Saturday, October 18, 2014

S.S.Shatford - not a steamship

A familiar, but unheralded vessel in Halifax harbour for many years was named S.S.Shatford. However "S.S." did not stand for Steamship. The letters were the first initials of Sidney Smith Shatford, a native of Hubbards, NS (b. 1864). He established Shatford Brothers in 1885 and began importing kerosene and lube oil from the US and wholesaling and retailing it throughout Atlantic Canada. In 1894 he merged with Joseph Bullock of Saint John to form Eastern Oil Co, however in 1898 they sold out to Imperial Oil.

S.S.Shatford, the man, was then appointed head of Imperial's interests in Nova Scotia, and is credited with bringing Imperial's refinery into operation at Imperoyal on the Dartmouth side of Halifax Harbour.  He retired in 1930 and died in 1956.

During World War II, the refinery was so busy that it could not accommodate all ships alongside, particularly those requiring lube oil in barrels and other non-bulk supplies. Many of the ships anchored in Bedford Basin awaiting convoys were in need of these products, so Imperial built an 80 foot long wooden cargo vessel in Mahone Bay. (Steel was restricted for military and strategic use.) To honour their local founder Imperial named the boat S.S.Shatford - thus causing endless confusion about it being a steam ship. In fact it was a motor vessel of 152 bhp, and 82 gross tons. With a schooner-like hull, and typical coaster deck house, it also had a derrick with a long boom to lift cargo to ships' upper decks.

S.S.Shatford alongside the Cable Wharf, shortly after returning to Halifax in 1974It was still in superb condition, with no hogging of the hull, and a new stem post.

After the war the boat continued to work in Halifax for a time, but was sold to Claude White of North Sydney, NS, primarily to carry coal to Newfoundland outports. By the 1970s that was no longer a paying proposition, and the vessel returned to Halifax in 1974 under the ownership of Atlantic Salvage Ltd.. Based at the old Western Union cable wharf, legendary salvage man Walter Partridge, and his son Toby and other family members also operated harbour launches for people and stores to ships at anchor. S.S.Shatford went back to familiar work.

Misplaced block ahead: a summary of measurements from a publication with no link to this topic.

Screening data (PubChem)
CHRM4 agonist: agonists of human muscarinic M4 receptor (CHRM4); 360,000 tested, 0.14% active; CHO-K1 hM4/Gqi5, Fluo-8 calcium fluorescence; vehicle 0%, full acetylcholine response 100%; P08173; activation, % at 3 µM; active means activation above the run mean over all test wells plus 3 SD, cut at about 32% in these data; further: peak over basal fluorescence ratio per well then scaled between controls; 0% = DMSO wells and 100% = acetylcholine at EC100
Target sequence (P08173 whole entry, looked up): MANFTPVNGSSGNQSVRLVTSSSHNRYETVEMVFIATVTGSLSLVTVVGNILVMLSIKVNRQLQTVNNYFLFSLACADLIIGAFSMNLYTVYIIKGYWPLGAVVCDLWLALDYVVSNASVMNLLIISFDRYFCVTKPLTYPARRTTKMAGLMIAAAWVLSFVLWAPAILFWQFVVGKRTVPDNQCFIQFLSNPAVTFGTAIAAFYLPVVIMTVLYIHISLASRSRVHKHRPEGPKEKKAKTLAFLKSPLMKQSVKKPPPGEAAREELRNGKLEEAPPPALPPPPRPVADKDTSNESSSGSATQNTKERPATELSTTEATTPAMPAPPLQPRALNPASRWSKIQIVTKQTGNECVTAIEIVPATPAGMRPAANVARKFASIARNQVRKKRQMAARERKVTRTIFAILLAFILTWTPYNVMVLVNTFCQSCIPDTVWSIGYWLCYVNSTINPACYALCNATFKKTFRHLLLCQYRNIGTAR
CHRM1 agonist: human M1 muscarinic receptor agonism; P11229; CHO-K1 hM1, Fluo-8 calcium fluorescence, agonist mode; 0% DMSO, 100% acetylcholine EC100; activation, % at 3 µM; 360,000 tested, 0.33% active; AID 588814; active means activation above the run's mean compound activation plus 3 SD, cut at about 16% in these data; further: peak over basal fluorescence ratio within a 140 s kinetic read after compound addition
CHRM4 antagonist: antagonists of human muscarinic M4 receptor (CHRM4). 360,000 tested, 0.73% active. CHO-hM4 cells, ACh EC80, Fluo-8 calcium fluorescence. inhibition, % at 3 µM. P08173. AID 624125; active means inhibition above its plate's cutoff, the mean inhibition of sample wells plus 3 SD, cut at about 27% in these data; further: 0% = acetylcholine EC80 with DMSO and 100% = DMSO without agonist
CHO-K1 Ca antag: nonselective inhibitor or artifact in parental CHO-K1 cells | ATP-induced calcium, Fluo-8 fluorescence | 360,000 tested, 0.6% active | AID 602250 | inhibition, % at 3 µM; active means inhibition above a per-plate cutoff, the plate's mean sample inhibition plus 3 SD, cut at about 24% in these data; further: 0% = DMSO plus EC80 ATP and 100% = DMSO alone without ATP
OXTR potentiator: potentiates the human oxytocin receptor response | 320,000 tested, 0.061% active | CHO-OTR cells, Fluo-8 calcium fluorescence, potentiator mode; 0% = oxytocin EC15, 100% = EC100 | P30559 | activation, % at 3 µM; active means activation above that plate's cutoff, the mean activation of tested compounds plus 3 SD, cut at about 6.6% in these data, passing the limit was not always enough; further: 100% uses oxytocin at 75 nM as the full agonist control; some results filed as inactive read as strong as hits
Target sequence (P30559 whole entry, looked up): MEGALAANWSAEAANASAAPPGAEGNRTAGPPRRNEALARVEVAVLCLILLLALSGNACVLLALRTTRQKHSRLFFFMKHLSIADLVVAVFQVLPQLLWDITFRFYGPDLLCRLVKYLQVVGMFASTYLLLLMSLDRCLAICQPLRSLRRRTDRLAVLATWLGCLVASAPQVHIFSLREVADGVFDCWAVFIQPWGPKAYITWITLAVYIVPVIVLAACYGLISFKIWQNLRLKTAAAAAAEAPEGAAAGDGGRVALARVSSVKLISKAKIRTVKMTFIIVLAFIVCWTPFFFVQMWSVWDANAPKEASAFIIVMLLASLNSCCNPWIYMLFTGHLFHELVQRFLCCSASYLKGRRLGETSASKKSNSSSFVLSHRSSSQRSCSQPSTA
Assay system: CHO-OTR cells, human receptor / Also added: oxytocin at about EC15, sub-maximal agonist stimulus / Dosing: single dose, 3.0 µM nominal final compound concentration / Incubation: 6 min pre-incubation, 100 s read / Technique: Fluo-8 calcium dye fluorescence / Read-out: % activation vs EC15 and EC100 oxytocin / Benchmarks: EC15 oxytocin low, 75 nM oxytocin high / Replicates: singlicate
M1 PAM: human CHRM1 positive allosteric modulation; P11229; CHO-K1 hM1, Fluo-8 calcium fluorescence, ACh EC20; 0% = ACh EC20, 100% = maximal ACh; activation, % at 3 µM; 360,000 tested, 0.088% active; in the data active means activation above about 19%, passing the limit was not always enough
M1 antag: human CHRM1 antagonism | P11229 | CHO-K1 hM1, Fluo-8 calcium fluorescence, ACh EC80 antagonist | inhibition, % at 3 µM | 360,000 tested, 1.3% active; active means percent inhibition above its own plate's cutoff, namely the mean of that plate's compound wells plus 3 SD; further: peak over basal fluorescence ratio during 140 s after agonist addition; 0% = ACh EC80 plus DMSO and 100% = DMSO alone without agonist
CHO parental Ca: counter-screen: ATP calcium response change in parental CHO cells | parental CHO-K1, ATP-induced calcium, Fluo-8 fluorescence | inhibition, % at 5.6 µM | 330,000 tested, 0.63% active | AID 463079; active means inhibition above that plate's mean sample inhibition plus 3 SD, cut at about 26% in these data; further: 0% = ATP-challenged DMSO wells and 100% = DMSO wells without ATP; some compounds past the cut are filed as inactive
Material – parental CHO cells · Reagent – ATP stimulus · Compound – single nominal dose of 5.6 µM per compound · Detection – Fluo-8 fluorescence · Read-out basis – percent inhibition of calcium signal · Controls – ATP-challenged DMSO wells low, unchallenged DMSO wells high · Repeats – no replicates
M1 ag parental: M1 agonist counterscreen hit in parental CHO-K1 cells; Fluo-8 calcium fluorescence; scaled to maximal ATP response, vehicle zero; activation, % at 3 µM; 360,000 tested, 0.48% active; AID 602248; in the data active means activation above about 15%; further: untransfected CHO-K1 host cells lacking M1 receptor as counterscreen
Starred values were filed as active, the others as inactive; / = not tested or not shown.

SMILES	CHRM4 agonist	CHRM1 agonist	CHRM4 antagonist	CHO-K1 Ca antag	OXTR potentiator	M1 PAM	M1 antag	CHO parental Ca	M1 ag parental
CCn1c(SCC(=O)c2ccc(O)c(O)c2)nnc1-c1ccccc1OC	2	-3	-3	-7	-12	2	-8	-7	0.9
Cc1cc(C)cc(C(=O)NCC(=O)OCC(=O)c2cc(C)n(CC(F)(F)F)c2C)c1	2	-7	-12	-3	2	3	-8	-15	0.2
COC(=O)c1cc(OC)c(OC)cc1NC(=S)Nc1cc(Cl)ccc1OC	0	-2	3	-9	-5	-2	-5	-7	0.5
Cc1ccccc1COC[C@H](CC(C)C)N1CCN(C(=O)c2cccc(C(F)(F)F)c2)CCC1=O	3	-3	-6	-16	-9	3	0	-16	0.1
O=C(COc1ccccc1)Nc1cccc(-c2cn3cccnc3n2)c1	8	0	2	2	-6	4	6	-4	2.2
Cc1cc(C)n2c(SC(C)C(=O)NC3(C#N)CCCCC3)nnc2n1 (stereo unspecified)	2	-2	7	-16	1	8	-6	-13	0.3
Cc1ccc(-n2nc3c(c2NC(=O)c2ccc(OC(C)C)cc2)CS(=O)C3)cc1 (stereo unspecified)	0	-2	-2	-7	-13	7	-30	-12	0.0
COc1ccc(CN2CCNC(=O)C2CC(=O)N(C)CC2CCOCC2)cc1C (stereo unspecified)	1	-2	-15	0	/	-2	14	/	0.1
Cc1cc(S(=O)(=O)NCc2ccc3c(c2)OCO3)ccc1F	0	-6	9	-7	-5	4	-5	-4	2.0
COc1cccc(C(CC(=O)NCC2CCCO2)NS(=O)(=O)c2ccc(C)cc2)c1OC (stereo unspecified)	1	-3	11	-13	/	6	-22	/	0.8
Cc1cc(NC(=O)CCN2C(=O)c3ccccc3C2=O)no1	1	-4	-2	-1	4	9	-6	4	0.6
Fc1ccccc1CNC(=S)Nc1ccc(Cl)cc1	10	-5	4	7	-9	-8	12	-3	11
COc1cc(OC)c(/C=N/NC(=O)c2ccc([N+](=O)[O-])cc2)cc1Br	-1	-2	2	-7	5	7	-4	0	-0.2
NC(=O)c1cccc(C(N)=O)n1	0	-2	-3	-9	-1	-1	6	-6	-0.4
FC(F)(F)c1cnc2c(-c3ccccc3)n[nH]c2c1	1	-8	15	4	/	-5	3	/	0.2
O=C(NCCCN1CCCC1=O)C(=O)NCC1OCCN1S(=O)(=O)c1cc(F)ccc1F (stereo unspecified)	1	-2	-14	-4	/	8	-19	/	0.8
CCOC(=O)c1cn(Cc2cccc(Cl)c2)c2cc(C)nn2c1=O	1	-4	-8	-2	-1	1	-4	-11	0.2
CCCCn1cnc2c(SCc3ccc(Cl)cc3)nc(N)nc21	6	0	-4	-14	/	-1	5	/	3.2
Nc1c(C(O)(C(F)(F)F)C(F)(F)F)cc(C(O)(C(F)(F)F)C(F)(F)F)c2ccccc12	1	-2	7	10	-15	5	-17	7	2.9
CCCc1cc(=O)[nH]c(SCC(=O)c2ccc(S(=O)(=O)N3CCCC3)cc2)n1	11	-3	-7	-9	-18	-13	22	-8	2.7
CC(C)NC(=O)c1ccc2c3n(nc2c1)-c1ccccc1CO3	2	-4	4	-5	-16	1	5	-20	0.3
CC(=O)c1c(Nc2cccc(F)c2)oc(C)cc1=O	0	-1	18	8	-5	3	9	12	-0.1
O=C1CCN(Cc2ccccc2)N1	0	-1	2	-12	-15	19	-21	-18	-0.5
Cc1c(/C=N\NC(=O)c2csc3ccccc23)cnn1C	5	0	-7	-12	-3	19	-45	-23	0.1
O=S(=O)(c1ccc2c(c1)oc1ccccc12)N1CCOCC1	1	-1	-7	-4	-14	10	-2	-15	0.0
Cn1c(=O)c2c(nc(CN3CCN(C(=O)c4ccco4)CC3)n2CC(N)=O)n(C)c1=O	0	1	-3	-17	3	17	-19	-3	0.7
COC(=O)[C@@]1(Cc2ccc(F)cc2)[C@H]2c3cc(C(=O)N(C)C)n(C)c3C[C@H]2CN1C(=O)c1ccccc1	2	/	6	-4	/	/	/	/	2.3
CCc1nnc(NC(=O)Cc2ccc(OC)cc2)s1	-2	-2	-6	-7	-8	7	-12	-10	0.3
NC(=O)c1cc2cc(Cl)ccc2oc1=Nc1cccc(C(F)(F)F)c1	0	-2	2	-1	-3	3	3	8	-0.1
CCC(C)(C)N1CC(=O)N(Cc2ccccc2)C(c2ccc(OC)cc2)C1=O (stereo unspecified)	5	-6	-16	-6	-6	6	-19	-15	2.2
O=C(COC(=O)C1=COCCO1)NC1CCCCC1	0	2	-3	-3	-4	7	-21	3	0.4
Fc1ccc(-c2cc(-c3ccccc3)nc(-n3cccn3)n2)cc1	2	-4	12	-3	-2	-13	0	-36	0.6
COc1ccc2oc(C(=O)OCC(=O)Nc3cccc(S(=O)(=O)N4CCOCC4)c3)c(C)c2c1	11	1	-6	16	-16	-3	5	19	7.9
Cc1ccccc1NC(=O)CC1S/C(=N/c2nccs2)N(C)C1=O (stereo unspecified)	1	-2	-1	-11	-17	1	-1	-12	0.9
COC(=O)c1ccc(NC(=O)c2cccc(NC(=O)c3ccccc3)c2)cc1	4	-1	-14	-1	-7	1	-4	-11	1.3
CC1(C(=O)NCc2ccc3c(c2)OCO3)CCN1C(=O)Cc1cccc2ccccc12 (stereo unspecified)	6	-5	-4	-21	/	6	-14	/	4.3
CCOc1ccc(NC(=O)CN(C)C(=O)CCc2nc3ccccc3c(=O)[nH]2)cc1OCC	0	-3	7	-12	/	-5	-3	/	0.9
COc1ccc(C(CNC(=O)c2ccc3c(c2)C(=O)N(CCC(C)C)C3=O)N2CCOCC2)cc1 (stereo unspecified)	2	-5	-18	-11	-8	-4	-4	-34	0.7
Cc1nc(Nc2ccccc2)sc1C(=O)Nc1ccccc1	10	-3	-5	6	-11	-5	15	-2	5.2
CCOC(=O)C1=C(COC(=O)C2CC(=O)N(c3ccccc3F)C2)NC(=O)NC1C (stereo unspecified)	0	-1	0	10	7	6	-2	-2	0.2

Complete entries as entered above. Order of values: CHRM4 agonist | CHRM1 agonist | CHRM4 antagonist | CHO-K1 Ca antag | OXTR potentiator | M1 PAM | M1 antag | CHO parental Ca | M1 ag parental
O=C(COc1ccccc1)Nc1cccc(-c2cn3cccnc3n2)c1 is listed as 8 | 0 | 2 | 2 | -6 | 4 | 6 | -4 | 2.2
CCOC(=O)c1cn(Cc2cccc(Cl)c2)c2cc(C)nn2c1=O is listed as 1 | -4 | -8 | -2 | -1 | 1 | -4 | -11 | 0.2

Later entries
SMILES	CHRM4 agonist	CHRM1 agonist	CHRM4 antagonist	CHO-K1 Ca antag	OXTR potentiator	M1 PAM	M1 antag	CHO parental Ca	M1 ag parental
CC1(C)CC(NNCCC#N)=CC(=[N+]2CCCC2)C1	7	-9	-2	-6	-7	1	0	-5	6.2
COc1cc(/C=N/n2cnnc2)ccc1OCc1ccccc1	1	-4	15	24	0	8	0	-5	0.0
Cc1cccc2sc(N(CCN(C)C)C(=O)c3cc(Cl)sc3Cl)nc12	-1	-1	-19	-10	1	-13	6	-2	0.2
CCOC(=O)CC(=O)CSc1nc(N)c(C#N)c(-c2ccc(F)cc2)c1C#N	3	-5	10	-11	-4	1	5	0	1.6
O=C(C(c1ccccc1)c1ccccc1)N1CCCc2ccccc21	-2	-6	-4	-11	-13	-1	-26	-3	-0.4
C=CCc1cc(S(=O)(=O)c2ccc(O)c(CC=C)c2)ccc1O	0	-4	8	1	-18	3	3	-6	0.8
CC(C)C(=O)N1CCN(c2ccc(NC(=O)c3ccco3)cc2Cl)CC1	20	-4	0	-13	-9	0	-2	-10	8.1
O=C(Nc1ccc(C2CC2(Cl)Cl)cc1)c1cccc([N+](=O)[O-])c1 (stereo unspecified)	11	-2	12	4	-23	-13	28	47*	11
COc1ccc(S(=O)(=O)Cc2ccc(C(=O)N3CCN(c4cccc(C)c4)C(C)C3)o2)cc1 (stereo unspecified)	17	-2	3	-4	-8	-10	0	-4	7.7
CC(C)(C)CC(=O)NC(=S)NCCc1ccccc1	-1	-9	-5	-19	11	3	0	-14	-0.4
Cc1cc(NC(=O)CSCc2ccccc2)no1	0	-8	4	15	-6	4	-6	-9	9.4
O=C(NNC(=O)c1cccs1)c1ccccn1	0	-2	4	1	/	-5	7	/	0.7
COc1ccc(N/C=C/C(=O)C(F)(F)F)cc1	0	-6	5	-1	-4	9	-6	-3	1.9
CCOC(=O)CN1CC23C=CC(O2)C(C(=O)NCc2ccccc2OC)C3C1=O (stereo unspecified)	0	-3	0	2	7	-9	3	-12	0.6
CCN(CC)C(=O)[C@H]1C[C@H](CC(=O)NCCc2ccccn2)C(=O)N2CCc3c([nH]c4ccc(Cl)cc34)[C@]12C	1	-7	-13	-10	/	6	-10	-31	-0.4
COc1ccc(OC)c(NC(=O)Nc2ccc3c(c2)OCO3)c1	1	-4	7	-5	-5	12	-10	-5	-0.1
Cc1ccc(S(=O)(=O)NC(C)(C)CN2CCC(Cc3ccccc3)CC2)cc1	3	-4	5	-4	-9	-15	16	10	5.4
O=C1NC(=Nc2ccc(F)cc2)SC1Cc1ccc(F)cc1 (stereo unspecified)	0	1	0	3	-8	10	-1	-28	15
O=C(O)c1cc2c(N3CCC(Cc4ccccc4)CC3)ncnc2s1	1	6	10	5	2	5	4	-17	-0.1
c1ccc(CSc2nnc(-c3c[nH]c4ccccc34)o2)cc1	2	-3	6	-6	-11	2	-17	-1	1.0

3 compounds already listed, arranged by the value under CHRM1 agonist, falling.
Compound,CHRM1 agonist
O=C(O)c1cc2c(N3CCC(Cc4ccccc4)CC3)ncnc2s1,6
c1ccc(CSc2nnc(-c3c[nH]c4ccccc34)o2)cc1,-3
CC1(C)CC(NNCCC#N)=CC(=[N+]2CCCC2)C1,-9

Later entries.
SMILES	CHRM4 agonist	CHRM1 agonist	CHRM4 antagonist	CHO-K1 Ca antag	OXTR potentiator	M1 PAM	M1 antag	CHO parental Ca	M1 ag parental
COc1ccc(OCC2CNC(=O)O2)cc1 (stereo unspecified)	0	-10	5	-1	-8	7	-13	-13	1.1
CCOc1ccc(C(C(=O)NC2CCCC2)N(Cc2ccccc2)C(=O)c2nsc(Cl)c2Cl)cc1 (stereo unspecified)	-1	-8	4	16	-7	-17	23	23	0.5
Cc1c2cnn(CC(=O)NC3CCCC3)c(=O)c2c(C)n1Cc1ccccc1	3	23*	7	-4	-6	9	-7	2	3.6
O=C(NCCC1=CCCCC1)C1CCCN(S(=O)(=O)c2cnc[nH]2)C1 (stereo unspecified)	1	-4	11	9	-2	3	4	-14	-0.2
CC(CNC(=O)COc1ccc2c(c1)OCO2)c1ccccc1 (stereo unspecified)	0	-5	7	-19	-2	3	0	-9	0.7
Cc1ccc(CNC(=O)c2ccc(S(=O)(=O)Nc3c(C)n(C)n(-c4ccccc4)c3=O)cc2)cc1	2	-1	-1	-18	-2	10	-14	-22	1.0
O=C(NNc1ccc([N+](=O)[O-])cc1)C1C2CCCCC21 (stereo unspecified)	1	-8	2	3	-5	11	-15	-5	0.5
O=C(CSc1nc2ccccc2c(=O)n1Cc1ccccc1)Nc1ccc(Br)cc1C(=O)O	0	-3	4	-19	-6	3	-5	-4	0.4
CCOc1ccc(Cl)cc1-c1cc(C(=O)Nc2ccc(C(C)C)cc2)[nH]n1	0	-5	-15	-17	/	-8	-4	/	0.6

With its namesake's refinery in the background, S.S.Shatford makes one of its last harbour moves before being retired.

In 1982 the boat was in very poor condition and on December 9, 1982 while under tow to the Eastern Shore to be dismantled, it began to flood through the engine room and sank in 42 fathoms of water.

Today S.S.Shatford and Atlantic Salvage are no more, but the Cable Wharf is still there, adjacent to the Halifax ferry terminal. It is now home to a restaurant, gift shop, moorings for pleasure craft, and home base for harbour tour boats. It also houses the offices of the Waterfront Development Corporation.


Return of Capri

The German owned Capri made its third trip to Halifax this morning just over a year after its last arrival.  The 6806 grt / 10,273 dwt ship once again tied up at pier 27 with a cargo rails, just as it did July 1 and October 6 of 2013.

Built in 2002 by the Korean company Daewoo, but at is shipyard in Managalia, Romania, it is noted for its box shaped holds, pair of 40 tonne cranes and large turtleback over its forepeak. The ship can carry bulk cargoes, containers or general and oversize cargo.
It was originally to be named Onego Capri and Sider Alie, but was delivered as Sider Capri. It carried that name until 2009. Owners are Eckhoff GmbH+Co of Jork, and it is registered in Antigua and Barbuda. It is also likely on charter to Onego for this trip, since they seem to be the favoured carrier for rail imports.